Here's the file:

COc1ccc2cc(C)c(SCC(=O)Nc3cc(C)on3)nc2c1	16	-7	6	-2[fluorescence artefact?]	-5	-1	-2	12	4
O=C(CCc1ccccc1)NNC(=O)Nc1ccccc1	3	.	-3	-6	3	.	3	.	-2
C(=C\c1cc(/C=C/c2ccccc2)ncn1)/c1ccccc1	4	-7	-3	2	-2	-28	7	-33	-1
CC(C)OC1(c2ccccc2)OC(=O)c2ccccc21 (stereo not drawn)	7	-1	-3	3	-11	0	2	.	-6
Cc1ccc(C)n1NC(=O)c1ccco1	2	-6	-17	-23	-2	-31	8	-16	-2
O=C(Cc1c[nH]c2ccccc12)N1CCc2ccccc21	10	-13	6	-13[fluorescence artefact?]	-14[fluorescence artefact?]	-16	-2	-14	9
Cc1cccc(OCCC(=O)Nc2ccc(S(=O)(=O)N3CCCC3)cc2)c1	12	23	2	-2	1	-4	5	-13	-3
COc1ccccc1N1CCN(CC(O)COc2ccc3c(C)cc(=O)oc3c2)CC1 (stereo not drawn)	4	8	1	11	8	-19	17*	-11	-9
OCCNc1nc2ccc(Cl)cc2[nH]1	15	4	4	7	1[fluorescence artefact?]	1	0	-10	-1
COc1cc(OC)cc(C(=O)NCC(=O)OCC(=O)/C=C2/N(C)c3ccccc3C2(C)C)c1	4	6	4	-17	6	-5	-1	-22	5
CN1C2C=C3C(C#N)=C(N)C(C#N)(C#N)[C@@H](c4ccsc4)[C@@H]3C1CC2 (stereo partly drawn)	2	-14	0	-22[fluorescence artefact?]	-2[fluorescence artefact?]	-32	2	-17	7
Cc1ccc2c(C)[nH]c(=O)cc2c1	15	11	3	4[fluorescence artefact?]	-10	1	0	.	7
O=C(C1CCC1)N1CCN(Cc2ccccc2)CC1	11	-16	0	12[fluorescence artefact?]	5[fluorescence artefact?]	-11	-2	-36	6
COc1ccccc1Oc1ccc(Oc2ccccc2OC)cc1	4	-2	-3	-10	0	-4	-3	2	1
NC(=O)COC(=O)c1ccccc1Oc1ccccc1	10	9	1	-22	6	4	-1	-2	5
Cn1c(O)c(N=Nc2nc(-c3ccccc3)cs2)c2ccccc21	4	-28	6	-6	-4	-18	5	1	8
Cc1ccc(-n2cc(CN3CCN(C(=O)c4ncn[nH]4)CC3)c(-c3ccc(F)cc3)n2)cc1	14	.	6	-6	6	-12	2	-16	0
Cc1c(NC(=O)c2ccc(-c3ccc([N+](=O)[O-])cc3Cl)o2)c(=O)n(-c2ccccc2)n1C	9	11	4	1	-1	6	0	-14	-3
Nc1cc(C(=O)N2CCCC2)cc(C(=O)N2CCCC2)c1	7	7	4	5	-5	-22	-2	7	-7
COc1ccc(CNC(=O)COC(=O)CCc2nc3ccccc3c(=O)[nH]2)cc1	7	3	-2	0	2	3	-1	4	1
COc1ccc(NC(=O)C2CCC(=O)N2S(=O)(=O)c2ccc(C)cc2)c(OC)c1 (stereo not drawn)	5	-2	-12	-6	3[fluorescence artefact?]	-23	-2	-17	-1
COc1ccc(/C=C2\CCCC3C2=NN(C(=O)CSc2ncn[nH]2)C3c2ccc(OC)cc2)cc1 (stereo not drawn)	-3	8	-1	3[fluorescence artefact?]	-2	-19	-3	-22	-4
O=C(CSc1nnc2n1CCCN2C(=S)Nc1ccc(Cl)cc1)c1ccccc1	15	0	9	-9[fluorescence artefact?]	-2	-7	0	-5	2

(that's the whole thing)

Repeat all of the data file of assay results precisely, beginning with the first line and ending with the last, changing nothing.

COc1ccc2cc(C)c(SCC(=O)Nc3cc(C)on3)nc2c1	16	-7	6	-2[fluorescence artefact?]	-5	-1	-2	12	4
O=C(CCc1ccccc1)NNC(=O)Nc1ccccc1	3	.	-3	-6	3	.	3	.	-2
C(=C\c1cc(/C=C/c2ccccc2)ncn1)/c1ccccc1	4	-7	-3	2	-2	-28	7	-33	-1
CC(C)OC1(c2ccccc2)OC(=O)c2ccccc21 (stereo not drawn)	7	-1	-3	3	-11	0	2	.	-6
Cc1ccc(C)n1NC(=O)c1ccco1	2	-6	-17	-23	-2	-31	8	-16	-2
O=C(Cc1c[nH]c2ccccc12)N1CCc2ccccc21	10	-13	6	-13[fluorescence artefact?]	-14[fluorescence artefact?]	-16	-2	-14	9
Cc1cccc(OCCC(=O)Nc2ccc(S(=O)(=O)N3CCCC3)cc2)c1	12	23	2	-2	1	-4	5	-13	-3
COc1ccccc1N1CCN(CC(O)COc2ccc3c(C)cc(=O)oc3c2)CC1 (stereo not drawn)	4	8	1	11	8	-19	17*	-11	-9
OCCNc1nc2ccc(Cl)cc2[nH]1	15	4	4	7	1[fluorescence artefact?]	1	0	-10	-1
COc1cc(OC)cc(C(=O)NCC(=O)OCC(=O)/C=C2/N(C)c3ccccc3C2(C)C)c1	4	6	4	-17	6	-5	-1	-22	5
CN1C2C=C3C(C#N)=C(N)C(C#N)(C#N)[C@@H](c4ccsc4)[C@@H]3C1CC2 (stereo partly drawn)	2	-14	0	-22[fluorescence artefact?]	-2[fluorescence artefact?]	-32	2	-17	7
Cc1ccc2c(C)[nH]c(=O)cc2c1	15	11	3	4[fluorescence artefact?]	-10	1	0	.	7
O=C(C1CCC1)N1CCN(Cc2ccccc2)CC1	11	-16	0	12[fluorescence artefact?]	5[fluorescence artefact?]	-11	-2	-36	6
COc1ccccc1Oc1ccc(Oc2ccccc2OC)cc1	4	-2	-3	-10	0	-4	-3	2	1
NC(=O)COC(=O)c1ccccc1Oc1ccccc1	10	9	1	-22	6	4	-1	-2	5
Cn1c(O)c(N=Nc2nc(-c3ccccc3)cs2)c2ccccc21	4	-28	6	-6	-4	-18	5	1	8
Cc1ccc(-n2cc(CN3CCN(C(=O)c4ncn[nH]4)CC3)c(-c3ccc(F)cc3)n2)cc1	14	.	6	-6	6	-12	2	-16	0
Cc1c(NC(=O)c2ccc(-c3ccc([N+](=O)[O-])cc3Cl)o2)c(=O)n(-c2ccccc2)n1C	9	11	4	1	-1	6	0	-14	-3
Nc1cc(C(=O)N2CCCC2)cc(C(=O)N2CCCC2)c1	7	7	4	5	-5	-22	-2	7	-7
COc1ccc(CNC(=O)COC(=O)CCc2nc3ccccc3c(=O)[nH]2)cc1	7	3	-2	0	2	3	-1	4	1
COc1ccc(NC(=O)C2CCC(=O)N2S(=O)(=O)c2ccc(C)cc2)c(OC)c1 (stereo not drawn)	5	-2	-12	-6	3[fluorescence artefact?]	-23	-2	-17	-1
COc1ccc(/C=C2\CCCC3C2=NN(C(=O)CSc2ncn[nH]2)C3c2ccc(OC)cc2)cc1 (stereo not drawn)	-3	8	-1	3[fluorescence artefact?]	-2	-19	-3	-22	-4
O=C(CSc1nnc2n1CCCN2C(=S)Nc1ccc(Cl)cc1)c1ccccc1	15	0	9	-9[fluorescence artefact?]	-2	-7	0	-5	2